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Giving back to the community has always been a part of Patrick Wallace's nature. For years, he has participated in charity events and volunteer opportunities as a way of helping those less fortunate.

Wallace's latest endeavor is A Note To My Kid, which has received national attention for its attempt to make the world a better place for LGBTQ people.

Wallace, who was raised in San Diego, is 36-years old and is happily taken by his partner Mike Curry.

What organization(s) do you volunteer for, and why?

In January 2012, I joined the San Diego Unified School District's "Safe Schools Task Force" - an organization designed to make school life a positive experience for members of the LGBTQ community.

In the past, I’ve volunteered for AIDS Walk San Diego, The American Heart Association, The Susan G. Komen Foundation and The Leukemia and Lymphoma Society. My friends Marvin Hanashiro, Brad Taylor and I also held a fundraiser last year in conjunction with Bourbon Street Bar & Grill to raise money for Mama's Kitchen in honor of our friend, Justin Johnson.

Today, I'm focusing most of my free time on growing A Note to My Kid to the best of my ability with my co-founders Michael Volpatt and Mike Curry, an outstanding board of directors, and a passionate team of ambassadors.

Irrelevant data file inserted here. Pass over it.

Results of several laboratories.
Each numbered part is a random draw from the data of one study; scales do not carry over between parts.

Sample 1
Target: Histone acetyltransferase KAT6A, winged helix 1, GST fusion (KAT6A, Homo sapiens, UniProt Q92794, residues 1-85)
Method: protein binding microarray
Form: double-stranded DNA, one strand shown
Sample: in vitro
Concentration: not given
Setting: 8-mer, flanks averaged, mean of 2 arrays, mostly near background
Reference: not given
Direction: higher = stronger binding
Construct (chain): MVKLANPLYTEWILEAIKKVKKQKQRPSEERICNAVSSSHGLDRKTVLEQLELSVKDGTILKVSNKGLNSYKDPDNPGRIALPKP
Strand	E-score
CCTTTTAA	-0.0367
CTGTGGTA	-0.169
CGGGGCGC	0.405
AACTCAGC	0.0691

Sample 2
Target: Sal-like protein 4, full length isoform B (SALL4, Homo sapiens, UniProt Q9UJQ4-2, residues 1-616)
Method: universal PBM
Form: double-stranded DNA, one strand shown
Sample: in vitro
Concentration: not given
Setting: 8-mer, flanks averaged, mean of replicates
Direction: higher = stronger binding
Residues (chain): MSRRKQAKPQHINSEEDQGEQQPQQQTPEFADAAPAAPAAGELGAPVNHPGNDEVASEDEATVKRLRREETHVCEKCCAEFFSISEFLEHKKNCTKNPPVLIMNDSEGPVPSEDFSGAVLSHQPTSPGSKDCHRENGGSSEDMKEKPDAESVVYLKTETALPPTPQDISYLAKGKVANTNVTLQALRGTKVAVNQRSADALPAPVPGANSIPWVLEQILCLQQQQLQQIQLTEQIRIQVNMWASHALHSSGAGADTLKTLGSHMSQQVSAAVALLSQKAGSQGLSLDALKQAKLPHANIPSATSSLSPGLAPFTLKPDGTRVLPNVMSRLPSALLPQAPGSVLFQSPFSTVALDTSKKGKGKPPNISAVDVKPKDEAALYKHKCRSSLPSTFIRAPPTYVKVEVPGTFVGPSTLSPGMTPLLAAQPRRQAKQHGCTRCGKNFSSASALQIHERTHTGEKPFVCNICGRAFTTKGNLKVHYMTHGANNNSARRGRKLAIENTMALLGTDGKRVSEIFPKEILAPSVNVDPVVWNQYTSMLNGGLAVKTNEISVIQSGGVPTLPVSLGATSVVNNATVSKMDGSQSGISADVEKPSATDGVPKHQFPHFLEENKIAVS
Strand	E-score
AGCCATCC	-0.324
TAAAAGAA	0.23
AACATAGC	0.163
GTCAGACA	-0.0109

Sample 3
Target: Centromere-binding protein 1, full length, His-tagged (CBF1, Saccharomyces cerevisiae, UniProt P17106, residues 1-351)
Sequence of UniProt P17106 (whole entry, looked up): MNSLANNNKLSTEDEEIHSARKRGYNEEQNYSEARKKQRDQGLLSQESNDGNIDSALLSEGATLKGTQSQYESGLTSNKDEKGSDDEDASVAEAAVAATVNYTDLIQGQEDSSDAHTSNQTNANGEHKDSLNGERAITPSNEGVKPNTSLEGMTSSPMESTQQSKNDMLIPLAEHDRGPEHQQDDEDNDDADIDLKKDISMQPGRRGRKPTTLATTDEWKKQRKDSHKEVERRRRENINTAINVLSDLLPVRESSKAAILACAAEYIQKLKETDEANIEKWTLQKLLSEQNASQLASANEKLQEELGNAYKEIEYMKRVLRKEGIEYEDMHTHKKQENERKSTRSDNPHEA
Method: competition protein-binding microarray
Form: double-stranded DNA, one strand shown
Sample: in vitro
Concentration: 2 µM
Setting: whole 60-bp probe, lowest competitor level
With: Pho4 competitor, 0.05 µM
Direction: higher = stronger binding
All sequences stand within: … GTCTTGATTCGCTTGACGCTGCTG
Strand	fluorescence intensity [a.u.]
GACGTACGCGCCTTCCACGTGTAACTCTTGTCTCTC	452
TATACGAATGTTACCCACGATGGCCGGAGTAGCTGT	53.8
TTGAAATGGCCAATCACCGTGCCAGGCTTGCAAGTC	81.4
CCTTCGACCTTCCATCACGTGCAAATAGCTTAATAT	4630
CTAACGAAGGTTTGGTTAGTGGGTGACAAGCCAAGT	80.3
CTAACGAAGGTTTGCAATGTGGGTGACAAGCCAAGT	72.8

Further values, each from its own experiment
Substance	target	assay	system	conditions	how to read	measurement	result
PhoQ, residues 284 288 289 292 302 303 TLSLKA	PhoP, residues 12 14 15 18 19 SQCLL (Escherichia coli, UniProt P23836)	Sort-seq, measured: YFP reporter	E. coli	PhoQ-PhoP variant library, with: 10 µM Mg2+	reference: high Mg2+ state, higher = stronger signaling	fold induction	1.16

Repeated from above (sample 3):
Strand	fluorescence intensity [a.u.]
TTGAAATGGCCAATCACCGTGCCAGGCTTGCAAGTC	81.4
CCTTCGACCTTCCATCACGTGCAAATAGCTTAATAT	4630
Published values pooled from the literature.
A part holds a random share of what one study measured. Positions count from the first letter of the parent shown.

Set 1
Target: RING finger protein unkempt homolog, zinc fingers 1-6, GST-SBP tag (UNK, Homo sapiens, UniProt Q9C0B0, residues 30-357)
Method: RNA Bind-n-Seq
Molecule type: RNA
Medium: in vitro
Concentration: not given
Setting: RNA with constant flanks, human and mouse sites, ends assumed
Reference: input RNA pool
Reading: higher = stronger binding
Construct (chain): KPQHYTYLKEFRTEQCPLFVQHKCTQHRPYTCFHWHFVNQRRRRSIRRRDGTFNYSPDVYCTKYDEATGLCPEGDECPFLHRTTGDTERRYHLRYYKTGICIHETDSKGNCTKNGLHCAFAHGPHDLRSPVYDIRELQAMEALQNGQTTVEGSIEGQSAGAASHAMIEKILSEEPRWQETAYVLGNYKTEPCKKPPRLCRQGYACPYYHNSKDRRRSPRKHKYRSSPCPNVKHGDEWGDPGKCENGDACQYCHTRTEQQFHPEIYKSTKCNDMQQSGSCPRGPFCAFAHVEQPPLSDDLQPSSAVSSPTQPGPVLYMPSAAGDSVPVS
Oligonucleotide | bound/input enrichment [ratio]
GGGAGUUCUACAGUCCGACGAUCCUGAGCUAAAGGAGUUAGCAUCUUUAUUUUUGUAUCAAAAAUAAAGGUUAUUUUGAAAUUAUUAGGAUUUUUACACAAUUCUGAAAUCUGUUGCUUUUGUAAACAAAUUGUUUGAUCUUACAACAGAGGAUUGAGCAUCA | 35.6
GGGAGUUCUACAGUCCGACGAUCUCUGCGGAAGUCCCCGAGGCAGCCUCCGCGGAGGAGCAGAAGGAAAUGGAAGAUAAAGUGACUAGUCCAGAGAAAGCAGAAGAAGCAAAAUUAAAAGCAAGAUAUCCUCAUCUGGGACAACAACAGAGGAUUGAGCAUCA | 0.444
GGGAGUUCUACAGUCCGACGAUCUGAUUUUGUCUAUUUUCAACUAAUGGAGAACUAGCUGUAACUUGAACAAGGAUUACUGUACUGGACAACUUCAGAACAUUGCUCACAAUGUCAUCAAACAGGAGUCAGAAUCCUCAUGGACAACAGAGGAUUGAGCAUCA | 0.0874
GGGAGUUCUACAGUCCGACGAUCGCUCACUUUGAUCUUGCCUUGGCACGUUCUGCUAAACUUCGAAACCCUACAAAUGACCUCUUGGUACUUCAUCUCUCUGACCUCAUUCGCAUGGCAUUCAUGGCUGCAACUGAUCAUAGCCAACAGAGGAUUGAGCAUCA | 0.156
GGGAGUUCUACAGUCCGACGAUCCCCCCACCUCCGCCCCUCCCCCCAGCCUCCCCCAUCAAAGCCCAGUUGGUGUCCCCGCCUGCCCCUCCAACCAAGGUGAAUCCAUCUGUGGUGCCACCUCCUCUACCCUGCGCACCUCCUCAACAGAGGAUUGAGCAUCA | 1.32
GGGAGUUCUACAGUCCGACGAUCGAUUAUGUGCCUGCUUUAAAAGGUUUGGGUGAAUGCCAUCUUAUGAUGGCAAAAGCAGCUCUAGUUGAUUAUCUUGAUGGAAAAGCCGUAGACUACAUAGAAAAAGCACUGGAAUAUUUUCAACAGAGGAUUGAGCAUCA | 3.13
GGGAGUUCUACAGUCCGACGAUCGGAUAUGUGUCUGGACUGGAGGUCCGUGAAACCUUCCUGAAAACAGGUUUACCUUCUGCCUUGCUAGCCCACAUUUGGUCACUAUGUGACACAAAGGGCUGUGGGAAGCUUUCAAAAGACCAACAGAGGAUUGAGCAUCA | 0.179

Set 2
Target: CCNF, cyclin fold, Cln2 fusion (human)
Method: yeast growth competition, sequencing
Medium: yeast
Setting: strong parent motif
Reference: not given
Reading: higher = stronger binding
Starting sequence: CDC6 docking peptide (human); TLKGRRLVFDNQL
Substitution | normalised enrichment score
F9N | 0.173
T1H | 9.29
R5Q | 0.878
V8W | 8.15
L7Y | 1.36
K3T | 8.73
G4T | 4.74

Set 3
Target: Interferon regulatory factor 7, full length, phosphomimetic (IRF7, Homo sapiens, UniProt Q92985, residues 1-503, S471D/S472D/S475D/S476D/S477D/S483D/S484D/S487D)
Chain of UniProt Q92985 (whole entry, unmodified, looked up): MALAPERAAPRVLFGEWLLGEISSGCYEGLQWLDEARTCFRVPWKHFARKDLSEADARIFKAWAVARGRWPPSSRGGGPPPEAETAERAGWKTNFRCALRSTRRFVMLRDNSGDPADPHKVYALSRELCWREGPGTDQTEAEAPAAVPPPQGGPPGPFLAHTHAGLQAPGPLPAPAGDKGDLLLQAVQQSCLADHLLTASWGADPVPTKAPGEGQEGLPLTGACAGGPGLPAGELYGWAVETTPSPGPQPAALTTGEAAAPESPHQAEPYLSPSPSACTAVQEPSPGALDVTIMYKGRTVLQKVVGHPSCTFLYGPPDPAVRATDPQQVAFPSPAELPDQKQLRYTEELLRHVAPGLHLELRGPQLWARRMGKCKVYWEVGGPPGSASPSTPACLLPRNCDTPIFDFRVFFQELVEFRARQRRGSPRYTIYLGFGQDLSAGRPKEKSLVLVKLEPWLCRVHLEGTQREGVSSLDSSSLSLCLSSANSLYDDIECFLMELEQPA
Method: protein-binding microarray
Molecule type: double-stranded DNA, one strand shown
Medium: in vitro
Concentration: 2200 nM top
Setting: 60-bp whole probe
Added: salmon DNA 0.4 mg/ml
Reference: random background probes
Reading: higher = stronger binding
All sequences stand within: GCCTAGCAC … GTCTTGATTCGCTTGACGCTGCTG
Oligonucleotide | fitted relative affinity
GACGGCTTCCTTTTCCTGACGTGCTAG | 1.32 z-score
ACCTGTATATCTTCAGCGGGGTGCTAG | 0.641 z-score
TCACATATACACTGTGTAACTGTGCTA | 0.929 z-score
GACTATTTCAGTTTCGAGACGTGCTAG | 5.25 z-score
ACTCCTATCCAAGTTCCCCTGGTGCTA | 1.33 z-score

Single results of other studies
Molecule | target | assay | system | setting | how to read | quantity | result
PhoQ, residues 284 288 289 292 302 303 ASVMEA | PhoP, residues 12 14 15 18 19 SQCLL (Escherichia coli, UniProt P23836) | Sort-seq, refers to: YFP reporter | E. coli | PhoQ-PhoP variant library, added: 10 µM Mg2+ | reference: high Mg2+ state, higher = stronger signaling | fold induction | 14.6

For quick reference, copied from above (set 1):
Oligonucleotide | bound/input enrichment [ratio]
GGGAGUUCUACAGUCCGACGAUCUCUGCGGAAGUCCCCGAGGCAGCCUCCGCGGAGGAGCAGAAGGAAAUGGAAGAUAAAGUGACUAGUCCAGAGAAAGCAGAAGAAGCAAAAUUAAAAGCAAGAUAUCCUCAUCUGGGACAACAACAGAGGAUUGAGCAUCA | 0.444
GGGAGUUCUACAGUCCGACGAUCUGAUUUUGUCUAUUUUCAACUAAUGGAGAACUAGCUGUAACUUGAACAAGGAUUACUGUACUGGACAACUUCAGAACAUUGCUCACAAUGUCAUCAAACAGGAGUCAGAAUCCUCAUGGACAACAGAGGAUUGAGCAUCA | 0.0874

What motivates you to do the volunteer work you do?

While living as a gay man in America is becoming easier – there’s no doubt that it can still be challenging at times.

Over the years, I’ve heard heartbreaking stories from friends whose families disowned them when they came out, forcing them to live on the streets. Others suffered horrible abuse from the very people who should have been protecting them from harm.

I’ve always wanted to find away to give back to our community in a way that will help bring LGBTQ people closer to their parents, family and friends. This is what we do at A Note to My Kid:

Our purpose:

  • To give LGBTQ community members, their parents, family and friends the opportunity to share their unconditional love with one another.
  • To remind people in our community that there is a lot of love out there despite what they may hear at school, work or in the media; that we are not alone and that we are, in fact, loved by many very special people.
  • To provide a place where people can learn from example. We know that many find it difficult to broach the subject of sexuality. We’re here to provide a resource where people can see how others are expressing love for the LGBTQ people in their lives so they, too, can learn how to open the lines of communication with their loved ones and have that crucial, life-changing conversation.

It’s our ultimate goal that A Note to My Kid will help create such impenetrable bonds between members of our community -- and the loved ones they hold so near and dear to their hearts -- that if they are bullied at school, work, or while simply walking down the street, the negative impact will have less power because they will know that they are loved unconditionally by the most important people in their lives.